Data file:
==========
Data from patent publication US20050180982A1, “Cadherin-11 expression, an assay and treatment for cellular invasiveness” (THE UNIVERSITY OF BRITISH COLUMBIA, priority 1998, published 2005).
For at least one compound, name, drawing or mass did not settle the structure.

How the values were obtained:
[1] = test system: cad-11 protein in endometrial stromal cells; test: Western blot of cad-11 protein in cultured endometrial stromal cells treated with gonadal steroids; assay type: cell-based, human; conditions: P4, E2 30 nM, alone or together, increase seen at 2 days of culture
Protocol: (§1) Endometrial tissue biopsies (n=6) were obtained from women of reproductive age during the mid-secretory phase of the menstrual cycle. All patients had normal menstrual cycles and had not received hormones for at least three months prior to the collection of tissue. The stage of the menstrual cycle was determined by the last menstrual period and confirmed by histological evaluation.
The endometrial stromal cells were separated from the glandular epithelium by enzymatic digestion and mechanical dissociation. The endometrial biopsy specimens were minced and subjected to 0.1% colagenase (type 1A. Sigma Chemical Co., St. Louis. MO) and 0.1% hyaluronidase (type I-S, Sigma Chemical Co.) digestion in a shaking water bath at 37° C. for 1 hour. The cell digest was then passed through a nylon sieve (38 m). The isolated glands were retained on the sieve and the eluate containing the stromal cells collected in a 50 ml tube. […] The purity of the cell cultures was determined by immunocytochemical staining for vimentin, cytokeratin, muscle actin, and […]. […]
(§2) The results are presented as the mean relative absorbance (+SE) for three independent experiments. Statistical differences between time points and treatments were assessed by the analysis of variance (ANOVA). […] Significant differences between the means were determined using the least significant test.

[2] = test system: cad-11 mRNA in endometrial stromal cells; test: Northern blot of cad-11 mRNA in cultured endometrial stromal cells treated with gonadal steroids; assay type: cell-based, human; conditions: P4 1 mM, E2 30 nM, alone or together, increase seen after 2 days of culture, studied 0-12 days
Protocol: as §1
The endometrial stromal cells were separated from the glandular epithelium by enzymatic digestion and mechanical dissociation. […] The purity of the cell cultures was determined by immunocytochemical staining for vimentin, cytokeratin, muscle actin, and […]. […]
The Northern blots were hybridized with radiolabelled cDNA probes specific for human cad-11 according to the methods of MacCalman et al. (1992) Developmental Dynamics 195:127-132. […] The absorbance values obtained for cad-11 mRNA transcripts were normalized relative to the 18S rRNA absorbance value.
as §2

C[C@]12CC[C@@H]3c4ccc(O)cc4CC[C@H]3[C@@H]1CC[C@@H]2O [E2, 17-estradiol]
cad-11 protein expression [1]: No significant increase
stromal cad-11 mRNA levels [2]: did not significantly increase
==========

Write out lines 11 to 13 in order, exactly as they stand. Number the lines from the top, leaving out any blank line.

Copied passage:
The Northern blots were hybridized with radiolabelled cDNA probes specific for human cad-11 according to the methods of MacCalman et al. (1992) Developmental Dynamics 195:127-132. […] The absorbance values obtained for cad-11 mRNA transcripts were normalized relative to the 18S rRNA absorbance value.
as §2

C[C@]12CC[C@@H]3c4ccc(O)cc4CC[C@H]3[C@@H]1CC[C@@H]2O [E2, 17-estradiol]